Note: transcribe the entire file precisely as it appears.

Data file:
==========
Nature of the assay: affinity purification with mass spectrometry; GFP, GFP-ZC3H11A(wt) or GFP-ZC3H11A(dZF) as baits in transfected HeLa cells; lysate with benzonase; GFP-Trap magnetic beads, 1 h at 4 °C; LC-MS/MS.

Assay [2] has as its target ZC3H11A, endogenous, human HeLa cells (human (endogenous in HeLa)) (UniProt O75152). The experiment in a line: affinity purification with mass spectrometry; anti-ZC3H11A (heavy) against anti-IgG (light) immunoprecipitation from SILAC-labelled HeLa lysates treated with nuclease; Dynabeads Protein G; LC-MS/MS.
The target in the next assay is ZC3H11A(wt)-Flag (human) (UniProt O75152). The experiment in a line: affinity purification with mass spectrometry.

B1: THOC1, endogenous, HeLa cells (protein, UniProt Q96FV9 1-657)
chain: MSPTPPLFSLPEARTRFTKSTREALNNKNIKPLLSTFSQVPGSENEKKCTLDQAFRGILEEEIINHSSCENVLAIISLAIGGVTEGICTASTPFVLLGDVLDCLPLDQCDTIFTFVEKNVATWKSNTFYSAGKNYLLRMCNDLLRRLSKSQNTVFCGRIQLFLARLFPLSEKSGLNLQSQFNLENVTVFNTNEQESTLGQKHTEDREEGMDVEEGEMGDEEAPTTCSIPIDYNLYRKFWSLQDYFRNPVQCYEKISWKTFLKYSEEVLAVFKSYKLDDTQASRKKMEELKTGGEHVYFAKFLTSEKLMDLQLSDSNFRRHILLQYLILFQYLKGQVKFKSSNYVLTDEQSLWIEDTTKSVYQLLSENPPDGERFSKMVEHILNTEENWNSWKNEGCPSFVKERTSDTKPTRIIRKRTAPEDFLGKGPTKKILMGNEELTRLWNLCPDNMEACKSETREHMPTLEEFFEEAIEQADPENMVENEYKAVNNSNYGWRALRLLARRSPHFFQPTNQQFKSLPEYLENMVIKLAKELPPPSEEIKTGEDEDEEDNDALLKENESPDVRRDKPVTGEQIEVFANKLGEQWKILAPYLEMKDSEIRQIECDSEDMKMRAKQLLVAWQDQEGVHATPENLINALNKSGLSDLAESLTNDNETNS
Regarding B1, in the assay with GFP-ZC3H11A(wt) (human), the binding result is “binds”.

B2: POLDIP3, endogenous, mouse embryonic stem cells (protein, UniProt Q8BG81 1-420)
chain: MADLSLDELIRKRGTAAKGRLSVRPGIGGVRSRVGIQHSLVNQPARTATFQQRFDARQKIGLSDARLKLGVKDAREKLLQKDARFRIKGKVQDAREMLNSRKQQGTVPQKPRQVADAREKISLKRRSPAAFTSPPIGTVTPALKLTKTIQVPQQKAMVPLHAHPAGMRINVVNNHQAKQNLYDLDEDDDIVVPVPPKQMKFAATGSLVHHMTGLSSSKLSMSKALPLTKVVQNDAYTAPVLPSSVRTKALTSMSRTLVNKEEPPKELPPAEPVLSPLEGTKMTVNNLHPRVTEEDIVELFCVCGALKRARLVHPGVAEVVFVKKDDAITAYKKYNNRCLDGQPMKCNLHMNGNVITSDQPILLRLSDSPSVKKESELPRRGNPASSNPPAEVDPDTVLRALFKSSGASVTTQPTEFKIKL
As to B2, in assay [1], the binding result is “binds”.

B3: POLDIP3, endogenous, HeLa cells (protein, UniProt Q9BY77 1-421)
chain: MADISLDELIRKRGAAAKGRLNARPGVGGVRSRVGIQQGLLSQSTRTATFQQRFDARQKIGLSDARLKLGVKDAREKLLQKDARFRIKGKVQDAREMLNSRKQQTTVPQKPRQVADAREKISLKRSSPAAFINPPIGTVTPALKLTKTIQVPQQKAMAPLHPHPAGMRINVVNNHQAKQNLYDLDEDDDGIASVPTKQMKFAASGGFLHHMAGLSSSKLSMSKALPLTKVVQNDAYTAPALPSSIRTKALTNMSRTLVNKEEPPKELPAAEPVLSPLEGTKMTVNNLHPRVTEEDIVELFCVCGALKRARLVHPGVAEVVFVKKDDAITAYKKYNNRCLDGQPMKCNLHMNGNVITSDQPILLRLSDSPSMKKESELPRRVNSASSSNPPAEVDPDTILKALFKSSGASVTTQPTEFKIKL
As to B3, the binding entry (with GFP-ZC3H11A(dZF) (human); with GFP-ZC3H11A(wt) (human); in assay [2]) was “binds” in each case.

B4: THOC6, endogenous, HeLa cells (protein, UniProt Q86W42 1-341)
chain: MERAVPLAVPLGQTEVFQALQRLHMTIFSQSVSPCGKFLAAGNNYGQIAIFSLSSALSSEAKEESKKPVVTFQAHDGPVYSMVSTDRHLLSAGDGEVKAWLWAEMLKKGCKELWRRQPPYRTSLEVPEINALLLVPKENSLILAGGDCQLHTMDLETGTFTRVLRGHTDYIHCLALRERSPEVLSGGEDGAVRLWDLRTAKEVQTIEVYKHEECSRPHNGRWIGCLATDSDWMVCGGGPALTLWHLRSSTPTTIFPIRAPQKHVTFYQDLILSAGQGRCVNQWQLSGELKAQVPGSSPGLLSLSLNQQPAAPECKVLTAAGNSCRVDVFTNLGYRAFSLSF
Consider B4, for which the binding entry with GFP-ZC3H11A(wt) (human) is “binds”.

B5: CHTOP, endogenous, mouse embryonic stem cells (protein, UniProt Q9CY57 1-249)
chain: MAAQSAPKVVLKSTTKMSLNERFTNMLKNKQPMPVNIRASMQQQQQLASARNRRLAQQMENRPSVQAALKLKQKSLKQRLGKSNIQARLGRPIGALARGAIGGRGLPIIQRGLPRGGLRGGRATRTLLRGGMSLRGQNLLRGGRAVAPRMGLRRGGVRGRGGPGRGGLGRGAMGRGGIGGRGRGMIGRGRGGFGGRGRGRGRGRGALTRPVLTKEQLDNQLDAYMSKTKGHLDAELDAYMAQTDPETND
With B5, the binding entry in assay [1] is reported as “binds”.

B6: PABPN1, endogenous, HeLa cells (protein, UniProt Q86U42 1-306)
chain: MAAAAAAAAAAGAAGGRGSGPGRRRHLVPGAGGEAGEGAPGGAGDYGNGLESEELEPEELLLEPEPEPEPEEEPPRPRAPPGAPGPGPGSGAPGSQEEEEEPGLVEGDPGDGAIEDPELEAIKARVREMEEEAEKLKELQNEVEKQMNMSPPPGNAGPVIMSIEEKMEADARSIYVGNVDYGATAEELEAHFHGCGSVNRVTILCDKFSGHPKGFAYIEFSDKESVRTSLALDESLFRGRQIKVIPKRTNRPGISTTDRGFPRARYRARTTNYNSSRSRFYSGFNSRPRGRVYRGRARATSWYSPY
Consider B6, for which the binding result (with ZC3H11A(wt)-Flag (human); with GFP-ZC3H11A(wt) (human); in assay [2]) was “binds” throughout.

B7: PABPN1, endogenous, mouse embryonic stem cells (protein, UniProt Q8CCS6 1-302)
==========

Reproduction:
Nature of the assay: affinity purification with mass spectrometry; GFP, GFP-ZC3H11A(wt) or GFP-ZC3H11A(dZF) as baits in transfected HeLa cells; lysate with benzonase; GFP-Trap magnetic beads, 1 h at 4 °C; LC-MS/MS.

Assay [2] has as its target ZC3H11A, endogenous, human HeLa cells (human (endogenous in HeLa)) (UniProt O75152). The experiment in a line: affinity purification with mass spectrometry; anti-ZC3H11A (heavy) against anti-IgG (light) immunoprecipitation from SILAC-labelled HeLa lysates treated with nuclease; Dynabeads Protein G; LC-MS/MS.
The target in the next assay is ZC3H11A(wt)-Flag (human) (UniProt O75152). The experiment in a line: affinity purification with mass spectrometry.

B1: THOC1, endogenous, HeLa cells (protein, UniProt Q96FV9 1-657)
chain: MSPTPPLFSLPEARTRFTKSTREALNNKNIKPLLSTFSQVPGSENEKKCTLDQAFRGILEEEIINHSSCENVLAIISLAIGGVTEGICTASTPFVLLGDVLDCLPLDQCDTIFTFVEKNVATWKSNTFYSAGKNYLLRMCNDLLRRLSKSQNTVFCGRIQLFLARLFPLSEKSGLNLQSQFNLENVTVFNTNEQESTLGQKHTEDREEGMDVEEGEMGDEEAPTTCSIPIDYNLYRKFWSLQDYFRNPVQCYEKISWKTFLKYSEEVLAVFKSYKLDDTQASRKKMEELKTGGEHVYFAKFLTSEKLMDLQLSDSNFRRHILLQYLILFQYLKGQVKFKSSNYVLTDEQSLWIEDTTKSVYQLLSENPPDGERFSKMVEHILNTEENWNSWKNEGCPSFVKERTSDTKPTRIIRKRTAPEDFLGKGPTKKILMGNEELTRLWNLCPDNMEACKSETREHMPTLEEFFEEAIEQADPENMVENEYKAVNNSNYGWRALRLLARRSPHFFQPTNQQFKSLPEYLENMVIKLAKELPPPSEEIKTGEDEDEEDNDALLKENESPDVRRDKPVTGEQIEVFANKLGEQWKILAPYLEMKDSEIRQIECDSEDMKMRAKQLLVAWQDQEGVHATPENLINALNKSGLSDLAESLTNDNETNS
Regarding B1, in the assay with GFP-ZC3H11A(wt) (human), the binding result is “binds”.

B2: POLDIP3, endogenous, mouse embryonic stem cells (protein, UniProt Q8BG81 1-420)
chain: MADLSLDELIRKRGTAAKGRLSVRPGIGGVRSRVGIQHSLVNQPARTATFQQRFDARQKIGLSDARLKLGVKDAREKLLQKDARFRIKGKVQDAREMLNSRKQQGTVPQKPRQVADAREKISLKRRSPAAFTSPPIGTVTPALKLTKTIQVPQQKAMVPLHAHPAGMRINVVNNHQAKQNLYDLDEDDDIVVPVPPKQMKFAATGSLVHHMTGLSSSKLSMSKALPLTKVVQNDAYTAPVLPSSVRTKALTSMSRTLVNKEEPPKELPPAEPVLSPLEGTKMTVNNLHPRVTEEDIVELFCVCGALKRARLVHPGVAEVVFVKKDDAITAYKKYNNRCLDGQPMKCNLHMNGNVITSDQPILLRLSDSPSVKKESELPRRGNPASSNPPAEVDPDTVLRALFKSSGASVTTQPTEFKIKL
As to B2, in assay [1], the binding result is “binds”.

B3: POLDIP3, endogenous, HeLa cells (protein, UniProt Q9BY77 1-421)
chain: MADISLDELIRKRGAAAKGRLNARPGVGGVRSRVGIQQGLLSQSTRTATFQQRFDARQKIGLSDARLKLGVKDAREKLLQKDARFRIKGKVQDAREMLNSRKQQTTVPQKPRQVADAREKISLKRSSPAAFINPPIGTVTPALKLTKTIQVPQQKAMAPLHPHPAGMRINVVNNHQAKQNLYDLDEDDDGIASVPTKQMKFAASGGFLHHMAGLSSSKLSMSKALPLTKVVQNDAYTAPALPSSIRTKALTNMSRTLVNKEEPPKELPAAEPVLSPLEGTKMTVNNLHPRVTEEDIVELFCVCGALKRARLVHPGVAEVVFVKKDDAITAYKKYNNRCLDGQPMKCNLHMNGNVITSDQPILLRLSDSPSMKKESELPRRVNSASSSNPPAEVDPDTILKALFKSSGASVTTQPTEFKIKL
As to B3, the binding entry (with GFP-ZC3H11A(dZF) (human); with GFP-ZC3H11A(wt) (human); in assay [2]) was “binds” in each case.

B4: THOC6, endogenous, HeLa cells (protein, UniProt Q86W42 1-341)
chain: MERAVPLAVPLGQTEVFQALQRLHMTIFSQSVSPCGKFLAAGNNYGQIAIFSLSSALSSEAKEESKKPVVTFQAHDGPVYSMVSTDRHLLSAGDGEVKAWLWAEMLKKGCKELWRRQPPYRTSLEVPEINALLLVPKENSLILAGGDCQLHTMDLETGTFTRVLRGHTDYIHCLALRERSPEVLSGGEDGAVRLWDLRTAKEVQTIEVYKHEECSRPHNGRWIGCLATDSDWMVCGGGPALTLWHLRSSTPTTIFPIRAPQKHVTFYQDLILSAGQGRCVNQWQLSGELKAQVPGSSPGLLSLSLNQQPAAPECKVLTAAGNSCRVDVFTNLGYRAFSLSF
Consider B4, for which the binding entry with GFP-ZC3H11A(wt) (human) is “binds”.

B5: CHTOP, endogenous, mouse embryonic stem cells (protein, UniProt Q9CY57 1-249)
chain: MAAQSAPKVVLKSTTKMSLNERFTNMLKNKQPMPVNIRASMQQQQQLASARNRRLAQQMENRPSVQAALKLKQKSLKQRLGKSNIQARLGRPIGALARGAIGGRGLPIIQRGLPRGGLRGGRATRTLLRGGMSLRGQNLLRGGRAVAPRMGLRRGGVRGRGGPGRGGLGRGAMGRGGIGGRGRGMIGRGRGGFGGRGRGRGRGRGALTRPVLTKEQLDNQLDAYMSKTKGHLDAELDAYMAQTDPETND
With B5, the binding entry in assay [1] is reported as “binds”.

B6: PABPN1, endogenous, HeLa cells (protein, UniProt Q86U42 1-306)
chain: MAAAAAAAAAAGAAGGRGSGPGRRRHLVPGAGGEAGEGAPGGAGDYGNGLESEELEPEELLLEPEPEPEPEEEPPRPRAPPGAPGPGPGSGAPGSQEEEEEPGLVEGDPGDGAIEDPELEAIKARVREMEEEAEKLKELQNEVEKQMNMSPPPGNAGPVIMSIEEKMEADARSIYVGNVDYGATAEELEAHFHGCGSVNRVTILCDKFSGHPKGFAYIEFSDKESVRTSLALDESLFRGRQIKVIPKRTNRPGISTTDRGFPRARYRARTTNYNSSRSRFYSGFNSRPRGRVYRGRARATSWYSPY
Consider B6, for which the binding result (with ZC3H11A(wt)-Flag (human); with GFP-ZC3H11A(wt) (human); in assay [2]) was “binds” throughout.

B7: PABPN1, endogenous, mouse embryonic stem cells (protein, UniProt Q8CCS6 1-302)